16 There are numerous studies on the linkage between the state, universities, and the chemical industry. See, e.g., Borscheid, Peter, Naturwissenschaft, Staat und Industrie in Baden, 1848–1914 (Stuttgart, 1976); Murmann, Johann Peter, Knowledge and Competitive Advantage: The Coevolution of Firms, Technology, and National Institutions (Cambridge, UK, 2003); Wetzel, Walter, Naturwissenschaften und chemische Industrie in Deutschland: Voraussetzungen und Mechanismen ihres Aufstiegs im 19. Jahrhundert (Stuttgart, 1991).

17 For the history of the patent laws of different German territories, see Heggen, Alfred, Erfindungsschutz und Industrialisierung in Preußen, 1793–1877 (Göttingen, 1975); Seckelmann, Margrit, Industrialisierung, Internationalisierung und Patentrecht im Deutschen Reich, 1871–1914 (Frankfurt am Main, 2006), 57106. The long lasting and complex negotiation process that preceded the enactment of the patent law in 1877 is documented in Fleischer, Arndt, Patentgesetzgebung und chemisch-pharmazeutische Industrie im Deutschen Kaiserreich, 1871–1918 (Stuttgart, 1984).

18 Wimmer, Wolfgang, “Wir haben fast immer was Neues”: Gesundheitswesen und Innovationen in der Pharma-Industrie in Deutschland, 1880–1935 (Berlin, 1994); Burhop, Carsten, “Pharmaceutical Research in Wilhelmine Germany: The Case of E. Merck,” Business History Review 83 (Autumn 2009): 475503.

19 Reinhardt, Carsten, Forschung in der chemischen Industrie: Die Entwicklung synthetischer Farbstoffe bei BASF und Hoechst, 1863–1914 (Freiberg, 1997).

20 Wimmer, “Wir haben fast immer was Neues.”

21 Abelshauser, Werner, ed., Die BASF: Eine Unternehmensgeschichte (Munich, 2002); Burhop, “Pharmaceutical Research in Wilhelmine Germany”; Reinhardt, Forschung in der chemischen Industrie; Reinhardt, Carsten and Travis, A. S., Heinrich Caro and the Creation of the Modern Chemical Industry (Dordrecht, 2000).

22 Pohl, Manfred, Emil Rathenau und die AEG (Berlin, 1988); Feldenkirchen, Wilfried, Siemens: Von der Werkstatt zum Weltunternehmen (Munich, 2003); Strunk, Peter, Die AEG: Aufstieg und Niedergang einer Industrielegende, 2d ed. (Berlin, 2000); von Weiher, Sigfrid and Goetzler, Herbert, “Weg und Wirken der Siemens-Werke im Fortschritt der Elektrotechnik, 1847–1980: Ein Beitrag zur Geschichte der Elektroindustrie,” Zeitschrift für Unternehmensgeschichte, Beiheft 21 (Stuttgart, 1981).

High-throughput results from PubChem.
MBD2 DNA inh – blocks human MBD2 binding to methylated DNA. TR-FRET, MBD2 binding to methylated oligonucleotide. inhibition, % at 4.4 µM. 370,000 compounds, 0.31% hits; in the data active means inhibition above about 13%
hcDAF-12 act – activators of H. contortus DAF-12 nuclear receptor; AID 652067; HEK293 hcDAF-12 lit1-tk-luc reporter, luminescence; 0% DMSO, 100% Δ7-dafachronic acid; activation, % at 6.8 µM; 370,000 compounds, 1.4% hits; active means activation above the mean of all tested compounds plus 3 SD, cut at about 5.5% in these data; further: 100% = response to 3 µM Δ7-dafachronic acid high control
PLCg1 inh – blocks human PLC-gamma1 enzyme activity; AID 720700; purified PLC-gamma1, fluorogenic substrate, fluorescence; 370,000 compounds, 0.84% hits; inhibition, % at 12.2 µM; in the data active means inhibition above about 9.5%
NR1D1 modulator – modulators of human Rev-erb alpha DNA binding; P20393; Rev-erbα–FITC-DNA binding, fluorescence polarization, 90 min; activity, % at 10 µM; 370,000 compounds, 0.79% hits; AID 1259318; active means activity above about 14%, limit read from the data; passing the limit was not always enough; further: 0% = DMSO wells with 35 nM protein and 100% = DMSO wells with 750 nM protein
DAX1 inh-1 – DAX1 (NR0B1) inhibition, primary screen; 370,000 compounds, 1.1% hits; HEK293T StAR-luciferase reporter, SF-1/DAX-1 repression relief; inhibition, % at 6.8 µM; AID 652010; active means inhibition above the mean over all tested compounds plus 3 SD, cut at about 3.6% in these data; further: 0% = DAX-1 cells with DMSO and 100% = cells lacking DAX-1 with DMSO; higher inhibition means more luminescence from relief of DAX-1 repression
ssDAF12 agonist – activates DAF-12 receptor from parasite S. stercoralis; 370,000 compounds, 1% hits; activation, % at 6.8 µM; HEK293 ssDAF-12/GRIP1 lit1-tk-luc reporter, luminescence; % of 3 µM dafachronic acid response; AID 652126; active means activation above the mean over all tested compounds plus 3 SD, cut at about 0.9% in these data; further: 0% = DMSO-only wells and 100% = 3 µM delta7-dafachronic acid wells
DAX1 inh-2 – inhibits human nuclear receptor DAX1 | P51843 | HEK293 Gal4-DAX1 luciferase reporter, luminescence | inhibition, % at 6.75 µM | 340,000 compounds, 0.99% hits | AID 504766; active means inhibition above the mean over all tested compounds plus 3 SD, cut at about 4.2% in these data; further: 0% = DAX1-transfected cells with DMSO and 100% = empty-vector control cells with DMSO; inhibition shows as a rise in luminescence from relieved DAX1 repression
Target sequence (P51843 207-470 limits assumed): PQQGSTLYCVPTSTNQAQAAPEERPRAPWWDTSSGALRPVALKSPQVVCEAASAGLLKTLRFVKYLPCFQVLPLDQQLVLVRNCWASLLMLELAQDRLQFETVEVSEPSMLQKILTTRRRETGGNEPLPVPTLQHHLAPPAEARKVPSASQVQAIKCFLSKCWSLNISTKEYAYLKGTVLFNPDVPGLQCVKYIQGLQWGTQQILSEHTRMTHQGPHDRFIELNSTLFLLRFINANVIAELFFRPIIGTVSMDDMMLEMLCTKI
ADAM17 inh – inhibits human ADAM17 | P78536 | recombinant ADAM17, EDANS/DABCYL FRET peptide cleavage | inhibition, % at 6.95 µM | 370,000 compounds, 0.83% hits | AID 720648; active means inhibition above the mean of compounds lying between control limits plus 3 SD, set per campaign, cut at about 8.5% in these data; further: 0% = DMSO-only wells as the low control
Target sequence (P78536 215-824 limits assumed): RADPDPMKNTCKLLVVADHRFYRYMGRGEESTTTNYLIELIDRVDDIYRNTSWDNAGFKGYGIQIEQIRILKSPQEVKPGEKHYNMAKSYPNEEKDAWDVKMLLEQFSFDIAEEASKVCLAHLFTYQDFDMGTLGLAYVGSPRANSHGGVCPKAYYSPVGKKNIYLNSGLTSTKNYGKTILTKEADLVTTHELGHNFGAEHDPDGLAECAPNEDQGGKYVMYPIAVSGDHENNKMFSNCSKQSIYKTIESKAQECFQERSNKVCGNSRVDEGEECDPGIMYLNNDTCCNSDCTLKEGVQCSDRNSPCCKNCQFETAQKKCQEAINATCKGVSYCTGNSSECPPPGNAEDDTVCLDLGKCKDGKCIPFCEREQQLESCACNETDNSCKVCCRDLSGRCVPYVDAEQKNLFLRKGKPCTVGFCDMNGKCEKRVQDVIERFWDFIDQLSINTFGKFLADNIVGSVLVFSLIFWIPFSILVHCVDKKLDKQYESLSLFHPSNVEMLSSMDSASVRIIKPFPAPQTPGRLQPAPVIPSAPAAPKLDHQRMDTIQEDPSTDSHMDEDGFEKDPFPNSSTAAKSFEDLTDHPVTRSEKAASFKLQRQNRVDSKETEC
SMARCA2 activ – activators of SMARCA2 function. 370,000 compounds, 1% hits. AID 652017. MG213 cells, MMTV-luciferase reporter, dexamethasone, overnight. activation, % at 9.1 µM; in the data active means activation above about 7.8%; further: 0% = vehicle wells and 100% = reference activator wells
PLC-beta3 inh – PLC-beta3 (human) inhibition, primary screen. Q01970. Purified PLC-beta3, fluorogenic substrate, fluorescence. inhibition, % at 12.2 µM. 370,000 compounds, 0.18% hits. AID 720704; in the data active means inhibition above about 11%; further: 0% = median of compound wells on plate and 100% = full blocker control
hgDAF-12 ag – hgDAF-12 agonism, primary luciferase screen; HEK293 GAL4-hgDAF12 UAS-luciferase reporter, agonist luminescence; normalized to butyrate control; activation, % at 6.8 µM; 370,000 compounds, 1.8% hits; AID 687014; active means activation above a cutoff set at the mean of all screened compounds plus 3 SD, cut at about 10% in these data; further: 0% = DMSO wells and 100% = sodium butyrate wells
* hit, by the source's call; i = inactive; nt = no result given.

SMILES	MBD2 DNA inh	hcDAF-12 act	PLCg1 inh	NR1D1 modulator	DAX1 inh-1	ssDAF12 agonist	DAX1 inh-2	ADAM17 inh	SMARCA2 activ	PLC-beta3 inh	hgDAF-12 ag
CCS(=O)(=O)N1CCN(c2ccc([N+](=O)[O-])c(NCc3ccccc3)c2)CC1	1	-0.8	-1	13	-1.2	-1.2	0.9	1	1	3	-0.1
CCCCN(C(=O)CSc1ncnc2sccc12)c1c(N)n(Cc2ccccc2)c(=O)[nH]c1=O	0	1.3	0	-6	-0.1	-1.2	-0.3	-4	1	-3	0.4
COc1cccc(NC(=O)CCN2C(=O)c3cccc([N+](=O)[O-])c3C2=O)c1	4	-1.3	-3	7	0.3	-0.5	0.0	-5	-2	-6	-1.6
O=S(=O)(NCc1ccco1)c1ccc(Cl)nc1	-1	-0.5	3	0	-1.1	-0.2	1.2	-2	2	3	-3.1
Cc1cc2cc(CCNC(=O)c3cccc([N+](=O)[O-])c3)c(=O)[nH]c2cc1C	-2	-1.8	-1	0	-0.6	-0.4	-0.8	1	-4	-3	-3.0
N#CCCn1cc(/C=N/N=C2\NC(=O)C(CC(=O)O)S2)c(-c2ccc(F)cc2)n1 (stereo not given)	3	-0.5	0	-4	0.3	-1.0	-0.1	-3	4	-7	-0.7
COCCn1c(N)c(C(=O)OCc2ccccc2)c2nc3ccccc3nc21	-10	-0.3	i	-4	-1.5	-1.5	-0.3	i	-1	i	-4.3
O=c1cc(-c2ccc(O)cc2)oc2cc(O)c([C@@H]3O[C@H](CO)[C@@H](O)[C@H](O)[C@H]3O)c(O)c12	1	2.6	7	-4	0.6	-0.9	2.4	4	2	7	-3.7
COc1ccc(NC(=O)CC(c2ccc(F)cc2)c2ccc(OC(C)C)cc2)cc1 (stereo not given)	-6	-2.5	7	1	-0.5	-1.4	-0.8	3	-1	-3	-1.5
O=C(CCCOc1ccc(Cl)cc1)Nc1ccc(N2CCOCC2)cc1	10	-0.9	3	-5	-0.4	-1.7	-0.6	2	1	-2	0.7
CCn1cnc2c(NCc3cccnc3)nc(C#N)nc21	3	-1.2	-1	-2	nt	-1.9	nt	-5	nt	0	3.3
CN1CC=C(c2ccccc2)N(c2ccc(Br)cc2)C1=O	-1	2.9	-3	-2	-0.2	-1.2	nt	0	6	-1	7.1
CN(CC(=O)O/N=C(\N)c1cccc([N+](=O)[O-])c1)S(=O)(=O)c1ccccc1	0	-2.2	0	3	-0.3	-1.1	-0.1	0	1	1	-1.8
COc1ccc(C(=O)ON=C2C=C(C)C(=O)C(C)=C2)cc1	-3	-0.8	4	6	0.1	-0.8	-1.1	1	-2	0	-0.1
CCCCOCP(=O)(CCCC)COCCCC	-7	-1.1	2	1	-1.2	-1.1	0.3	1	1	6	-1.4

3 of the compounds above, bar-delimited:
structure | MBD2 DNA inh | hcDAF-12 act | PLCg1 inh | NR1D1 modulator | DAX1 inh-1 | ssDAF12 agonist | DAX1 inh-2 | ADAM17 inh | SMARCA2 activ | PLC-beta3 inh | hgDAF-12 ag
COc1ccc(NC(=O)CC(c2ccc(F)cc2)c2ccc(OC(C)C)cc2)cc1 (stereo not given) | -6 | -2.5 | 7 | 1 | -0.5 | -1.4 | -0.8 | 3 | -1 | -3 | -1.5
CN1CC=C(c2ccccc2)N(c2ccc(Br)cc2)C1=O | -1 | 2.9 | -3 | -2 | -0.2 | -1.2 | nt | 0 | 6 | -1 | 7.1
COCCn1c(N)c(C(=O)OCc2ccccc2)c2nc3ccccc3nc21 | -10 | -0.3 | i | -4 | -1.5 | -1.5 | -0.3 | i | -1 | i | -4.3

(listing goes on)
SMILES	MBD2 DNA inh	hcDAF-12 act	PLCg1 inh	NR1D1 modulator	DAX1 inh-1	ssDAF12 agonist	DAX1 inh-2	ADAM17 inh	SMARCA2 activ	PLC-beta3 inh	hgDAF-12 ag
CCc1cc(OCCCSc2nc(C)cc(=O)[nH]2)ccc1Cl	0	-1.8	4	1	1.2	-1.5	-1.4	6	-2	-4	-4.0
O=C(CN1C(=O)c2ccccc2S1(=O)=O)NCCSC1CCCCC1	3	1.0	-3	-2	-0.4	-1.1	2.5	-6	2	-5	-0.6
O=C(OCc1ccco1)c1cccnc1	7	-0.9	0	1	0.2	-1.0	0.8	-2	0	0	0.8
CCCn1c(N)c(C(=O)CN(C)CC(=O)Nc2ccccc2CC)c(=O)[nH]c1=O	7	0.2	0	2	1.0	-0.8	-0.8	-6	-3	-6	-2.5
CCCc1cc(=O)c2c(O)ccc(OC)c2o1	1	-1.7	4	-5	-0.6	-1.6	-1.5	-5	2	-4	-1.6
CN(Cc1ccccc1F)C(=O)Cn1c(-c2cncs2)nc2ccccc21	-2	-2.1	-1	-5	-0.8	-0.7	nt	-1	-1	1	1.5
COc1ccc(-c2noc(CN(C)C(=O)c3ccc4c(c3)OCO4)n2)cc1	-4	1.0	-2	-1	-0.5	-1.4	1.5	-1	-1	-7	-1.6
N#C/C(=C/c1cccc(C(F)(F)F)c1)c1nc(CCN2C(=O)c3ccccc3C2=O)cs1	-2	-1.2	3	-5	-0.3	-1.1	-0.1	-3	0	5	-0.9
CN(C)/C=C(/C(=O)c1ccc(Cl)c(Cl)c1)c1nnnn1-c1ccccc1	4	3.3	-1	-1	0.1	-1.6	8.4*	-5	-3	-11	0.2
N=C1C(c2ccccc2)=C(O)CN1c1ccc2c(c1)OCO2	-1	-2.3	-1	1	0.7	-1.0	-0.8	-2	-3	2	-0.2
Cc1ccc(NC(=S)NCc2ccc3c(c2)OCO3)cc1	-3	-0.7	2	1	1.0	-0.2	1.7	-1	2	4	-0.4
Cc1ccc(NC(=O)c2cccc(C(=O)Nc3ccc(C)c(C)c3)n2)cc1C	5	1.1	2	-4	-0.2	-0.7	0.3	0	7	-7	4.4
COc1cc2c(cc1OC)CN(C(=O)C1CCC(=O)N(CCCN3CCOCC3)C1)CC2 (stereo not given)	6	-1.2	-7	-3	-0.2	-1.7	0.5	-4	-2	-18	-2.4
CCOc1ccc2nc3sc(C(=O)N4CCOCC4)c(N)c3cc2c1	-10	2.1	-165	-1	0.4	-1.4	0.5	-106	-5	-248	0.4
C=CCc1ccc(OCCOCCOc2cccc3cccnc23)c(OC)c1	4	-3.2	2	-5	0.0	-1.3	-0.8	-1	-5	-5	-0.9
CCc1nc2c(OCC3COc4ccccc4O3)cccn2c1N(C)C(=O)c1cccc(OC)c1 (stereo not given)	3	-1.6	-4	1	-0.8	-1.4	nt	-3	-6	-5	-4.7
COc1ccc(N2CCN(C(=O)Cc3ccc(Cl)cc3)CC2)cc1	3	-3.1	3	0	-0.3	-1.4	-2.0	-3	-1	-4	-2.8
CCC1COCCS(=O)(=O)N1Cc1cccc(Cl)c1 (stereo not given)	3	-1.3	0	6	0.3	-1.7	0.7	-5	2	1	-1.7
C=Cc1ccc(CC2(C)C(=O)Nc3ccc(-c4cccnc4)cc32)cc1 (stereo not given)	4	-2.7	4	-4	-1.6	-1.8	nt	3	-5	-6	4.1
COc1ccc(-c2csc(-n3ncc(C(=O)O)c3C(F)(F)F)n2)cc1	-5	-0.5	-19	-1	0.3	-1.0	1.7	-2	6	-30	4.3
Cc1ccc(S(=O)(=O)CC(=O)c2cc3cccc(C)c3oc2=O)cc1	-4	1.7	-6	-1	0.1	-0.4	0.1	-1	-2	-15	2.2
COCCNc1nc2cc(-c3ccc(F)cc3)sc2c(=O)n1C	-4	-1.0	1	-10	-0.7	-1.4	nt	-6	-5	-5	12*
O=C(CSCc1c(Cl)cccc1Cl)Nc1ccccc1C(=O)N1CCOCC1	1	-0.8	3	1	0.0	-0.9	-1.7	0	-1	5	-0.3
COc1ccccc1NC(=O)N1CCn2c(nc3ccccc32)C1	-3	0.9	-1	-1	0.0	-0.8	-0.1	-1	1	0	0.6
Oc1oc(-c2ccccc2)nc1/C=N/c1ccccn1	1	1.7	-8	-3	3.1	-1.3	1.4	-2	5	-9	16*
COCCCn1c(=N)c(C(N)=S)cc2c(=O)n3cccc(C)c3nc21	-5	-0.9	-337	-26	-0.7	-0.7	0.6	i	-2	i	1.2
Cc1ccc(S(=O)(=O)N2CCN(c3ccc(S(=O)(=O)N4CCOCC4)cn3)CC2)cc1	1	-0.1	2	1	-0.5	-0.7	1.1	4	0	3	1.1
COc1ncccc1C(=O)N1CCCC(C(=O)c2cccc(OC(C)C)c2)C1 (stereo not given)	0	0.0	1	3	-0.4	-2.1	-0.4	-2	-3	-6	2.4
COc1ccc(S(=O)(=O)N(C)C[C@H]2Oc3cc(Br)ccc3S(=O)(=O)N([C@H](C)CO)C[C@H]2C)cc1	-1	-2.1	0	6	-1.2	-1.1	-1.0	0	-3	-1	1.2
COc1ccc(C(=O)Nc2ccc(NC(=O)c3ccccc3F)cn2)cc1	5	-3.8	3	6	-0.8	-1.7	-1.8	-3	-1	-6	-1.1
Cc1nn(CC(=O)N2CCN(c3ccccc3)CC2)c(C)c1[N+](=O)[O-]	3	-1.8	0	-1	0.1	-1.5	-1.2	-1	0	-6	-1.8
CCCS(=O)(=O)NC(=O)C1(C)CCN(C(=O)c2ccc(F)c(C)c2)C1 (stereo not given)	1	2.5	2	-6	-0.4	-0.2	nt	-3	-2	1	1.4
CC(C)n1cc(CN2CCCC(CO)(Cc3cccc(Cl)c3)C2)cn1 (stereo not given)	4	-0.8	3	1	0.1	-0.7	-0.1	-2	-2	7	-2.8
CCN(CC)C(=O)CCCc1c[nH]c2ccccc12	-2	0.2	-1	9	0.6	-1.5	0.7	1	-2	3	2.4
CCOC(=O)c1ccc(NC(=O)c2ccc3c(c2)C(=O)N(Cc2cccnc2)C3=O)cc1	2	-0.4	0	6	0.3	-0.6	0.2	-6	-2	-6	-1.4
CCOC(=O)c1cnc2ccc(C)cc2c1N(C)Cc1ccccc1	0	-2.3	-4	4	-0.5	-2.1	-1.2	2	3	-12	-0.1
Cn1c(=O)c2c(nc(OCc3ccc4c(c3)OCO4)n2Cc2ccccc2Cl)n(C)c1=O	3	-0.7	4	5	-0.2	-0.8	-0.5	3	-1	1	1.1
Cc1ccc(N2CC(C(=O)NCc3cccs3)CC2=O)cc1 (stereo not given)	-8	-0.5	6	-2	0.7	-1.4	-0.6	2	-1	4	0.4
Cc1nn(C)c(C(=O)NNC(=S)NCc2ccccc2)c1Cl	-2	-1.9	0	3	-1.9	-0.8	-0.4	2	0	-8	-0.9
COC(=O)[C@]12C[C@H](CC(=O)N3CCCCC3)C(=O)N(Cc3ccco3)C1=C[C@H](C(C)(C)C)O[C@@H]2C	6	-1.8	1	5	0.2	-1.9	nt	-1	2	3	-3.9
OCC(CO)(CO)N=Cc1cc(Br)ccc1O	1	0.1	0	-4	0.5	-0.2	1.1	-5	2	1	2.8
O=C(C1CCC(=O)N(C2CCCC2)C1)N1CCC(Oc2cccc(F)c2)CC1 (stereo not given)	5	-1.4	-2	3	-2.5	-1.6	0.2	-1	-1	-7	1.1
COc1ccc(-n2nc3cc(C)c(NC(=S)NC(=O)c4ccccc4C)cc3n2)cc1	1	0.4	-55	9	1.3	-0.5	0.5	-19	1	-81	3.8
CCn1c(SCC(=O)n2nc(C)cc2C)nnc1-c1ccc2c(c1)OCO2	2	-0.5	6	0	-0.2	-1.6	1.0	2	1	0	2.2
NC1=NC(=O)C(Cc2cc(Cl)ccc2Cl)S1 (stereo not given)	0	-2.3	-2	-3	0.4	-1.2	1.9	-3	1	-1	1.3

23 §1 PatG “Patente werden erteilt für neue Erfindungen, welche eine gewerbliche Verwertung gestatten. Ausgenommen sind: 1. Erfindungen, deren Verwertung den Gesetzen oder guten Sitten zuwiderlaufen würde; 2. Erfindungen von Nahrungs-, Genuß- und Arzneimitteln, sowie von Stoffen, welche auf chemischem Weg hergestellt werden, soweit die Erfindungen nicht ein bestimmtes Verfahren zur Herstellung der Gegenstände betreffen.”

24 Damme, Felix, Das deutsche Patentrecht (Berlin, 1906), 92.

25 §19 (2) PatG “Tritt in der Person des Patentinhabers oder seines Vertreters eine Änderung ein, so wird dieselbe, wenn sie in beweisender Form zur Kenntnis des Patentamtes gebracht ist, ebenfalls in der Rolle vermerkt und durch den Reichsanzeiger veröffentlicht. Solange dies nicht geschehen ist, bleiben der frühere Patentinhaber und sein früherer Vertreter nach Maßgabe dieses Gesetzes berechtigt und verpflichtet.”

26 Damme, , Patentrecht, 387.

27 Kohler, Josef, Handbuch des deutschen Patentrechts in rechtsvergleichender Darstellung (Mannheim, 1900), 581–82.

28 Burhop, Carsten and Lübbers, Thorsten, “Incentives and Innovation? R&D Management in Germany's Chemical and Electrical Engineering Industries around 1900,” Explorations in Economic History 47, no. 1 (2010): 100–11.

29 Seckelmann, Margrit, Industrialisierung, Internationalisierung und Patentrecht im Deutschen Reich, 1871–1914 (Frankfurt am Main, 2006), 257–60.

30 Burhop, , “The Transfer of Patents in Imperial Germany,” 927. The importance of secure property rights for the emergence of a patent market in the United States has been highlighted by Khan, B. Zorina and Sokoloff, Kenneth L., “‘Schemes of Practical Utility’: Entrepreneurship and Innovation among ‘Great Inventors’ in the United States, 1790–1865,” Journal of Economic History 53, no. 2 (1993): 289307; and by Khan, B. Zorina, “Property Rights and Patent Litigation in Early Nineteenth-Century America,” Journal of Economic History 55, no. 1 (1995): 5897.